I think of the book as grounded in the living city, but influenced by myth. It draws some inspiration from The Last Unicorn, in which the unicorn protagonist had to hide in female form to get her work done. It also draws inspiration from ancient Egyptian mythology of the afterlifefor example, the concept of ma’at, in which, when you die, your heart is weighed against a feather. A heavy heart, it was said, would be fed to a lion-hippo-crocodile hybrid. I write to try and prevent that!

Read the rest here.

 

Interview: Prism International — Egyptian Hieroglyphs, Saying “No” & Birding With Don McKay

You mentioned your own discipline (psychology), which I noticed a bit throughout [Sharps]. You speak from various psychologies (i.e.: ‘Crunches’), whose voices felt distinct from the general speaker of the book—for instance, when you re-appropriated a comment thread. There’s a lot of inhabiting of different minds, and you also actually talk about mental health facilities, the methadone clinic, and pedophilia. How do your disciplines fuel each other?

Well, I wanted this book to be “peopled.” I agreed with Philip Levine when he said, “our recent poetry seems totally without people.” For one thing, I’m a city kid; nature is alien, an anti-muse. But even more, I often feel that with my background, the odds were against me becoming a writer. And as I get older, and as I get more involved both with academia and the arts, I find I almost never meet people who (admit they?) grew up broke. Or (admit they?) had traumatic times. I feel like I crawled up through the sieve. And there’s a whole host of decent people I’ve known and loved who never read—who only worked—and I wanted as much as possible to give them voice, and to bring them with me.

And then some of the things you mentioned might fall into the category of writing about things that scare you.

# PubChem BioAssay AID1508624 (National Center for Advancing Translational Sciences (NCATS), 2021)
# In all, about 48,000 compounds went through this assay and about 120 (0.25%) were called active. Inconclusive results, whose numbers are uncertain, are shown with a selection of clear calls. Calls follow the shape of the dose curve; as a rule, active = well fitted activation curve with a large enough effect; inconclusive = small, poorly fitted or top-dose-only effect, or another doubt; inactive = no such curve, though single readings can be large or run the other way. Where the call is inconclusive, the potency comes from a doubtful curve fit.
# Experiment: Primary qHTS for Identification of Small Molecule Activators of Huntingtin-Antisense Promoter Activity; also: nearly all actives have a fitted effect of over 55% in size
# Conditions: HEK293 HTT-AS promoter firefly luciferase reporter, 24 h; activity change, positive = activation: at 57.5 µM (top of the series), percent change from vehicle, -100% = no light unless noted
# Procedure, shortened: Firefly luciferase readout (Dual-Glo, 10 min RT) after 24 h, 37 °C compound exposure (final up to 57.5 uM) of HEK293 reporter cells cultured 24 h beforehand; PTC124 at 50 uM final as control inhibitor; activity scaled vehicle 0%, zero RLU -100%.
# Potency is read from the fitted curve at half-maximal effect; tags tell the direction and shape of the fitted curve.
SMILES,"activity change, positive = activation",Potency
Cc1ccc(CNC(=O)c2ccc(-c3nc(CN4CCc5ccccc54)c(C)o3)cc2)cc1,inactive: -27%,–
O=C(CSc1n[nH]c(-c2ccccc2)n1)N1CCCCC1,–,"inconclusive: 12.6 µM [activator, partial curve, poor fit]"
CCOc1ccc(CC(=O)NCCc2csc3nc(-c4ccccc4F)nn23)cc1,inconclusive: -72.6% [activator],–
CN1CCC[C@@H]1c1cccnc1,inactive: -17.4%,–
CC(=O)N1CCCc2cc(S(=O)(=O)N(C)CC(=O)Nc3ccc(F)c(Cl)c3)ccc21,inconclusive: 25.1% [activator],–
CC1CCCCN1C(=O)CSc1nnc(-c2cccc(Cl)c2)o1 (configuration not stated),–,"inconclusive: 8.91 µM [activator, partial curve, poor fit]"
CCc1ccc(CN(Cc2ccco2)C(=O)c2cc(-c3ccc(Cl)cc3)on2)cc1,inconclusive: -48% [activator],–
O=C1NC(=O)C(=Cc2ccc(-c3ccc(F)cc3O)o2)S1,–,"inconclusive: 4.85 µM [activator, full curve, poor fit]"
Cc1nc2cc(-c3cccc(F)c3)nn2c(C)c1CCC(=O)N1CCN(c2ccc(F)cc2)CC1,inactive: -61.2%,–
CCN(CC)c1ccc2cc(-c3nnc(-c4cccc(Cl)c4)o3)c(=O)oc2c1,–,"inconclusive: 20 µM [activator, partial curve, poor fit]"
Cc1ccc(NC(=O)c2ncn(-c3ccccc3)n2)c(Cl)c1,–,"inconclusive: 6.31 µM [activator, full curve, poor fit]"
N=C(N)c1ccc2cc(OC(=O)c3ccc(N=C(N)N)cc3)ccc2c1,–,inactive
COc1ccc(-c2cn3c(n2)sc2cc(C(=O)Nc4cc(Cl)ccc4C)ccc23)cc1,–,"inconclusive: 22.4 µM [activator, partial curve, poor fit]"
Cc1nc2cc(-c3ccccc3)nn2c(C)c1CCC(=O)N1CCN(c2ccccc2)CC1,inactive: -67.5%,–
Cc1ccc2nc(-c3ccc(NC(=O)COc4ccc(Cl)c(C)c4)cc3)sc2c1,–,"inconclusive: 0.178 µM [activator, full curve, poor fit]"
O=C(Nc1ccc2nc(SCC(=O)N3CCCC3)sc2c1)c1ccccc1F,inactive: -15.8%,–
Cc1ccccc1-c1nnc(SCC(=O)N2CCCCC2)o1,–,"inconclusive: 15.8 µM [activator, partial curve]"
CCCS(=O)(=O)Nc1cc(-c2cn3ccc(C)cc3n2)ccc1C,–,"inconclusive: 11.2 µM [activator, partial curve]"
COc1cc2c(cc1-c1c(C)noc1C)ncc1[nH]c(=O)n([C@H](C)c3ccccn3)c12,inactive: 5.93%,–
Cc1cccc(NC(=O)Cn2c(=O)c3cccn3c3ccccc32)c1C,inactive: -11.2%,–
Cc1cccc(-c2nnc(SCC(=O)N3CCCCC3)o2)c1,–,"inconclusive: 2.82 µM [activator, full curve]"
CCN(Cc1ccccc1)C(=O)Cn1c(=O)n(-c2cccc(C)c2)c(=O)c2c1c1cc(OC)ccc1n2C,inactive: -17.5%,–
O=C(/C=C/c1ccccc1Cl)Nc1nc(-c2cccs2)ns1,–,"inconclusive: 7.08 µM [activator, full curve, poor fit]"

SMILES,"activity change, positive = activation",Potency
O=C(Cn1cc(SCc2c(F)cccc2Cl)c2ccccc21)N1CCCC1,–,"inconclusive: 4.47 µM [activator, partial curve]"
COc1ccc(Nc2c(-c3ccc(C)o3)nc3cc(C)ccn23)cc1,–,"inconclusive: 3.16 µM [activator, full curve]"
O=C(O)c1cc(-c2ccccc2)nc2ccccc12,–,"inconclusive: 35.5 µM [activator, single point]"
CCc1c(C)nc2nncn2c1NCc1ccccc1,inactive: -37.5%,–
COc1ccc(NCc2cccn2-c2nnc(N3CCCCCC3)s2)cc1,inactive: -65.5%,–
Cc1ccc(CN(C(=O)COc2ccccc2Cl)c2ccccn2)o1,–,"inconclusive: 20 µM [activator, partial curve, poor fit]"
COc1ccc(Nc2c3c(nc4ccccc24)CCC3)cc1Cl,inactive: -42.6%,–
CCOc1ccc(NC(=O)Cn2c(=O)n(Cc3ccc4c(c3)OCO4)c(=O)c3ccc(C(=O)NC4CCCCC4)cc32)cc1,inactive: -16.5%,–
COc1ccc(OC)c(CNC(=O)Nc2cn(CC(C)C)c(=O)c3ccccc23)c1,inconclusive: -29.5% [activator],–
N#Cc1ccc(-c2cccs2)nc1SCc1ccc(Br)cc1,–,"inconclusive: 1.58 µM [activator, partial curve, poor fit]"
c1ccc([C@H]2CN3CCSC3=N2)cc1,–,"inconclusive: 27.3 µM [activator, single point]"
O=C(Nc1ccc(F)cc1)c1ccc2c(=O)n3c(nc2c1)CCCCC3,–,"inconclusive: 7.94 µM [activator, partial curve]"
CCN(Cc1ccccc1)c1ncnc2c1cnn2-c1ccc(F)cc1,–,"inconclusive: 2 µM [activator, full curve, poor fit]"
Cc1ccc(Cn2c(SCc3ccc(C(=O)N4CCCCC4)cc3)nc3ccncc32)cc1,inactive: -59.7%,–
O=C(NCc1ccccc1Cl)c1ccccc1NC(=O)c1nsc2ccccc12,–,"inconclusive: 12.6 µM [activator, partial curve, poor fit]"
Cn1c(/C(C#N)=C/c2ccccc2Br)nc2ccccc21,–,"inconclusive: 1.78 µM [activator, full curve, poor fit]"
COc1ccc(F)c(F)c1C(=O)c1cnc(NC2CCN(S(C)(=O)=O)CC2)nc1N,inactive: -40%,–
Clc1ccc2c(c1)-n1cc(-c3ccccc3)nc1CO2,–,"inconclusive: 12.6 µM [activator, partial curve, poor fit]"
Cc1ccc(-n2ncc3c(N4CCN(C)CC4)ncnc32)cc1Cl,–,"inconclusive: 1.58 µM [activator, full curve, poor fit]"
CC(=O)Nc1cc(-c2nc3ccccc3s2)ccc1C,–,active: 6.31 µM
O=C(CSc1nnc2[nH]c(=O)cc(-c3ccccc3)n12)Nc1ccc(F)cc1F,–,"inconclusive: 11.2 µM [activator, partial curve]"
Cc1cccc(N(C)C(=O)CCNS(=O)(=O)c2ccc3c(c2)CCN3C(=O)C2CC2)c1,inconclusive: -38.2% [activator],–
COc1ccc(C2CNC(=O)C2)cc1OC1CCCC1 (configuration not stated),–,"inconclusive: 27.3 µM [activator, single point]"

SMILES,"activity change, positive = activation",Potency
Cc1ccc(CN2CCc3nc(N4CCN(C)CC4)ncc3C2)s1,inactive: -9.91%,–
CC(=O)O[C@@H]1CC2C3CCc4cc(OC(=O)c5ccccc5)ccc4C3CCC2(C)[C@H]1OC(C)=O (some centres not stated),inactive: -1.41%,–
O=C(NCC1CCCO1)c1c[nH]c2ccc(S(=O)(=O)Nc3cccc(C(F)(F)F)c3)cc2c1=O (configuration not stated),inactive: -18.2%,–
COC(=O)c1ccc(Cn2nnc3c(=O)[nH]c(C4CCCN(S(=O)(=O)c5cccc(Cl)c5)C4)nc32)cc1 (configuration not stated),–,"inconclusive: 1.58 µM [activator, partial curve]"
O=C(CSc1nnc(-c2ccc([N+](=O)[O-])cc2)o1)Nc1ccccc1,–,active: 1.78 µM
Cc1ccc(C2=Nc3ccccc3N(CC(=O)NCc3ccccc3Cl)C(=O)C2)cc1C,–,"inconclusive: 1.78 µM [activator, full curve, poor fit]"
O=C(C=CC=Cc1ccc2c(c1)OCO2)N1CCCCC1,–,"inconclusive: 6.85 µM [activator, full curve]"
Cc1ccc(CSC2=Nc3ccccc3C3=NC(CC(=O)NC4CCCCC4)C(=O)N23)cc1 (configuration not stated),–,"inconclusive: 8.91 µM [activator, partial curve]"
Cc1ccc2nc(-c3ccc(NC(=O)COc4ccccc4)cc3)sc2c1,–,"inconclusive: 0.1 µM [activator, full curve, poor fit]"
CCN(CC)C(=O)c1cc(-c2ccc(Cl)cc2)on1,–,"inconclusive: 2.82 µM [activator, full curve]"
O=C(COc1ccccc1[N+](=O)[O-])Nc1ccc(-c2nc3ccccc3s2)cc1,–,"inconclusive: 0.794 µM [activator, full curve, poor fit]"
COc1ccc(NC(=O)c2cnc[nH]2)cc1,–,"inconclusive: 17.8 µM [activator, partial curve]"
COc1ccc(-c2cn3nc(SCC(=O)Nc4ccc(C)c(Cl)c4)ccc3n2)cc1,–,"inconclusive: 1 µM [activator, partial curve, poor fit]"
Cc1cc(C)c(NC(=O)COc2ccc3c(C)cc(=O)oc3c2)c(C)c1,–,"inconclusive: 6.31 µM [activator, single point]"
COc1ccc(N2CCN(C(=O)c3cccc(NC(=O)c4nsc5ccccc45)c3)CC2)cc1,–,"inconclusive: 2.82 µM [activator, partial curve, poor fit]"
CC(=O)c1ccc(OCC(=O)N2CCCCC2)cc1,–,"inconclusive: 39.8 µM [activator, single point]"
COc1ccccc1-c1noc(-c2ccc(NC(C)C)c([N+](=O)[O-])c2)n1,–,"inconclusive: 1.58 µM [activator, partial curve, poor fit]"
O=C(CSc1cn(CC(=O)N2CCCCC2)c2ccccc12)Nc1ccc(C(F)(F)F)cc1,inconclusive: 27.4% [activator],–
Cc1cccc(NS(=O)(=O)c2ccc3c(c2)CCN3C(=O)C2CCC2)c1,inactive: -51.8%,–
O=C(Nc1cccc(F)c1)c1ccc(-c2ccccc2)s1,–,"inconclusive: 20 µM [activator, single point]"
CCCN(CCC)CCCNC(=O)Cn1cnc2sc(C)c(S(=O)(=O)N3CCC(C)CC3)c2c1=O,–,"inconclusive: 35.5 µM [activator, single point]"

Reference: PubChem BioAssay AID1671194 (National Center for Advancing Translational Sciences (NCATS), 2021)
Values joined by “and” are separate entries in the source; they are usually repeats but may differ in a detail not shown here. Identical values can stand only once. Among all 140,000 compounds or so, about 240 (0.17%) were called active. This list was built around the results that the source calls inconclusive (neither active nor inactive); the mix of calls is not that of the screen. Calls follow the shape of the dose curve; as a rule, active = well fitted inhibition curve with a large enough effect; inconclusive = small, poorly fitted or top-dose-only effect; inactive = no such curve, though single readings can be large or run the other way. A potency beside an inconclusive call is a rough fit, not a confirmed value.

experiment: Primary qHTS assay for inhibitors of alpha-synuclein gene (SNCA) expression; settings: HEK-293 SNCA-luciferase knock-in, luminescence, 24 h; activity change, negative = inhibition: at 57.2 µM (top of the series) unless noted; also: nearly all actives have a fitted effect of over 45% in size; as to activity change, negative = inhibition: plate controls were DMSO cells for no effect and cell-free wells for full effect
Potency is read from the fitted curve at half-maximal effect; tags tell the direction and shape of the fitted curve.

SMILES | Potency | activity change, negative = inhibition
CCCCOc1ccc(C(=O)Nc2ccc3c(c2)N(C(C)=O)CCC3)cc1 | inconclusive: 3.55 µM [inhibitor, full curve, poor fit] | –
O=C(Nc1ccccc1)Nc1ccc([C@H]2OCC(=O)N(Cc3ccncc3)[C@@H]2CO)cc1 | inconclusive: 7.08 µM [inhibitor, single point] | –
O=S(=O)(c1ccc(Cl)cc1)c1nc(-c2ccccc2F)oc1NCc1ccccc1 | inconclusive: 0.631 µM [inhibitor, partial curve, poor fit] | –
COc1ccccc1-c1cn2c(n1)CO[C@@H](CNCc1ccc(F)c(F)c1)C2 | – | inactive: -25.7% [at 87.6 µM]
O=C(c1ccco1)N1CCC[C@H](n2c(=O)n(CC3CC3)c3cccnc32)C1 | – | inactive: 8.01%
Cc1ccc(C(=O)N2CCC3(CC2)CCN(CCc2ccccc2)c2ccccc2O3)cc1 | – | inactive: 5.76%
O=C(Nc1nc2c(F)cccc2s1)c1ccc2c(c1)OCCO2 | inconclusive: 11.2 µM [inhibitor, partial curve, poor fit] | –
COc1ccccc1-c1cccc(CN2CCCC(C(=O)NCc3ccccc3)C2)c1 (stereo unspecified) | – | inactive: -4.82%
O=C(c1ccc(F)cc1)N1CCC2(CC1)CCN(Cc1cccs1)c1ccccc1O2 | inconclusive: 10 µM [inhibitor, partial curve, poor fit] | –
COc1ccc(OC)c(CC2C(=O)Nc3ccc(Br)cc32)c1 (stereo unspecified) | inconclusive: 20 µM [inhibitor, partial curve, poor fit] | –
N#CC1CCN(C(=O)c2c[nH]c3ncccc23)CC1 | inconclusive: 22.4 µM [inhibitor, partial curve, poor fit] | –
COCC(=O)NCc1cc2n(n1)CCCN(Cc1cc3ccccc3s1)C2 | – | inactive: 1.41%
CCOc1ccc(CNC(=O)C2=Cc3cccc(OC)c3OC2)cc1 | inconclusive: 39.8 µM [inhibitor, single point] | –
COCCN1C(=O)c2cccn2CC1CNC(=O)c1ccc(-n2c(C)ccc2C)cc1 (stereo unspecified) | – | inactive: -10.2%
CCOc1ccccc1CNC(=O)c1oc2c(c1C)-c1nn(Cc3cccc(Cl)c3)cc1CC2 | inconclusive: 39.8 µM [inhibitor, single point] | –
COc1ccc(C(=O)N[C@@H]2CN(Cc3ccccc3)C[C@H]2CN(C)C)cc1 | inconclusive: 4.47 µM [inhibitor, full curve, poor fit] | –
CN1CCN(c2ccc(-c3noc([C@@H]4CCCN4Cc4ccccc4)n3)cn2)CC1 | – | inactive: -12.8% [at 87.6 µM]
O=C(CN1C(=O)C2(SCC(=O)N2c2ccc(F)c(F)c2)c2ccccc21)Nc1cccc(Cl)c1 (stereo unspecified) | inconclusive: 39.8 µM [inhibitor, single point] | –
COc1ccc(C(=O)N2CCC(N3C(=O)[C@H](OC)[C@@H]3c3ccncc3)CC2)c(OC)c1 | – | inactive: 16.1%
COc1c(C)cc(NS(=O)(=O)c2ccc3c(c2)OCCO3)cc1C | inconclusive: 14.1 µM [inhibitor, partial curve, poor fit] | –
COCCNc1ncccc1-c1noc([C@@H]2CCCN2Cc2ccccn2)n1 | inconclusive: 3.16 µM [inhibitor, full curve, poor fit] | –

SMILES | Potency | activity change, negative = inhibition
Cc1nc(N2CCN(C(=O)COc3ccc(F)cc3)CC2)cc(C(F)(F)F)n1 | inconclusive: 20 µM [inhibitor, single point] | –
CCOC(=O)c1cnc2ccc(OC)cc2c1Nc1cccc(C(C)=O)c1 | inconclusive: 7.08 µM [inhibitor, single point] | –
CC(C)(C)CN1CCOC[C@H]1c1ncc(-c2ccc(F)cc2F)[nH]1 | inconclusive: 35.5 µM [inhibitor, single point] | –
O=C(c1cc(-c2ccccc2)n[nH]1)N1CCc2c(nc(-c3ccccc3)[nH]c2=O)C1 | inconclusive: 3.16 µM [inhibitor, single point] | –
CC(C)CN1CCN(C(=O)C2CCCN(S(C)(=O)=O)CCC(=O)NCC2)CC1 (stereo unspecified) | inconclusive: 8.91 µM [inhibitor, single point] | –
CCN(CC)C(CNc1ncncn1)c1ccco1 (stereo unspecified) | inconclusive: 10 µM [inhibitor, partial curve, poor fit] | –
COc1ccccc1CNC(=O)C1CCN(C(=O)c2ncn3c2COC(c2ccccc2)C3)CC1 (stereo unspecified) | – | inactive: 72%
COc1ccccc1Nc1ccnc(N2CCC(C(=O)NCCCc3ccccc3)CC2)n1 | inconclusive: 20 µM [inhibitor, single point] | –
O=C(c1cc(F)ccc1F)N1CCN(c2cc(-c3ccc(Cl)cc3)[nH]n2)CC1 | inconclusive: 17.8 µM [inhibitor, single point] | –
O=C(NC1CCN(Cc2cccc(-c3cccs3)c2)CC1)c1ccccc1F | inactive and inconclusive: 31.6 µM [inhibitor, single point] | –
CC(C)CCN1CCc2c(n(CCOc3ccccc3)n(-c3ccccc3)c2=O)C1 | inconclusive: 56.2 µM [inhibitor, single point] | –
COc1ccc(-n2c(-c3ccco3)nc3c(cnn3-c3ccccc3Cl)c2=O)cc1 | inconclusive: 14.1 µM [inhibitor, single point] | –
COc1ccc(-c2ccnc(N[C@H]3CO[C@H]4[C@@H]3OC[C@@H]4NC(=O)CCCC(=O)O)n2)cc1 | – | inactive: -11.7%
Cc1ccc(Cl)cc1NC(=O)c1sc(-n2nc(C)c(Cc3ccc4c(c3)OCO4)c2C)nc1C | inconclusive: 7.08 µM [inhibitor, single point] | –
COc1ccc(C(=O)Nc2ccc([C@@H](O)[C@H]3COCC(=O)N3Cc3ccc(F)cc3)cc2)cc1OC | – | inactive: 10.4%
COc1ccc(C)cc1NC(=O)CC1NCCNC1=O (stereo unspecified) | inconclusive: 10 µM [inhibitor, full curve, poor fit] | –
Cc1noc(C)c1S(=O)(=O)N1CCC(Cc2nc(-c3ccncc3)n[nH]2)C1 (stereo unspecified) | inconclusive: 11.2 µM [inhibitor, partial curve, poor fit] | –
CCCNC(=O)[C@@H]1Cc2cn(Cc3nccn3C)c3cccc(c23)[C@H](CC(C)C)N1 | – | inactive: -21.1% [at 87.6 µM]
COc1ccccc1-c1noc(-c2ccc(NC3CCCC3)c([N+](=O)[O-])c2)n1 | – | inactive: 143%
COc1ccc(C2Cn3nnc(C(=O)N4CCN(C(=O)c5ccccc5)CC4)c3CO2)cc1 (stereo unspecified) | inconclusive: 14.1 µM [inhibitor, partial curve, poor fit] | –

Read the rest here.

 

Review: ‘Sharps’ in Canadian Literature

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Stevie Howell’s [Sharps] opens with “The Guard”—a poem that appears before the collection’s title page, and that serves simultaneously as a gesture of admittance and an administered pause:

King Tut, 5’6”, lies supine on mould-flecked cotton,
ceiling-transfixed. Body broken
as if struck by lightning. Dead at nineteen,
before purpose, before the remark.
My avatar.

Throughout the collection, Howell’s poems are edged with violence and whetted with measured and attentive lines. The speaker of one reflects on her First Communion, then on experiences with Hare Krishnas and Bahá’ís before concluding:

My school and church were poverty and violence. A quadriplegic
classmate lived in a Winnebago. Her mother’s ex
cowered in a laundry hamper with a gun and shot her dead
one Sunday after mass. That’s all I know.

Howell’s poems speak of people who “fumble towards intention,” who compare social rivals to the eerie children in The Shining, who see Rip Torn’s likeness in portraits of the Queen, and who debate the longevity of “the three-winged, / fluorescent snow angel of radiation”—a symbol that may mean zilch to whomever or whatever is alive to come across it in 100,000 years. Some poems are sharp and playful, eschewing the Roman alphabet to copy the wax rubbings of children in museums of natural history—“Dinosaurs have a Jungian resonance / with the <5 set,” after all. Others are worrisome and ominous. Some probe the “the one thing you can do / with a sawed-off rifle, a low IQ, and curiosity / about human biology;” others chronicle inventories of online vitriol and hate. Readers may find that Howell’s work calls Karen Solie’s to mind, or that of Ken Babstock (who provided a back-cover blurb). It is exquisitely visceral, and arrestingly intelligent.

Original review can be found here.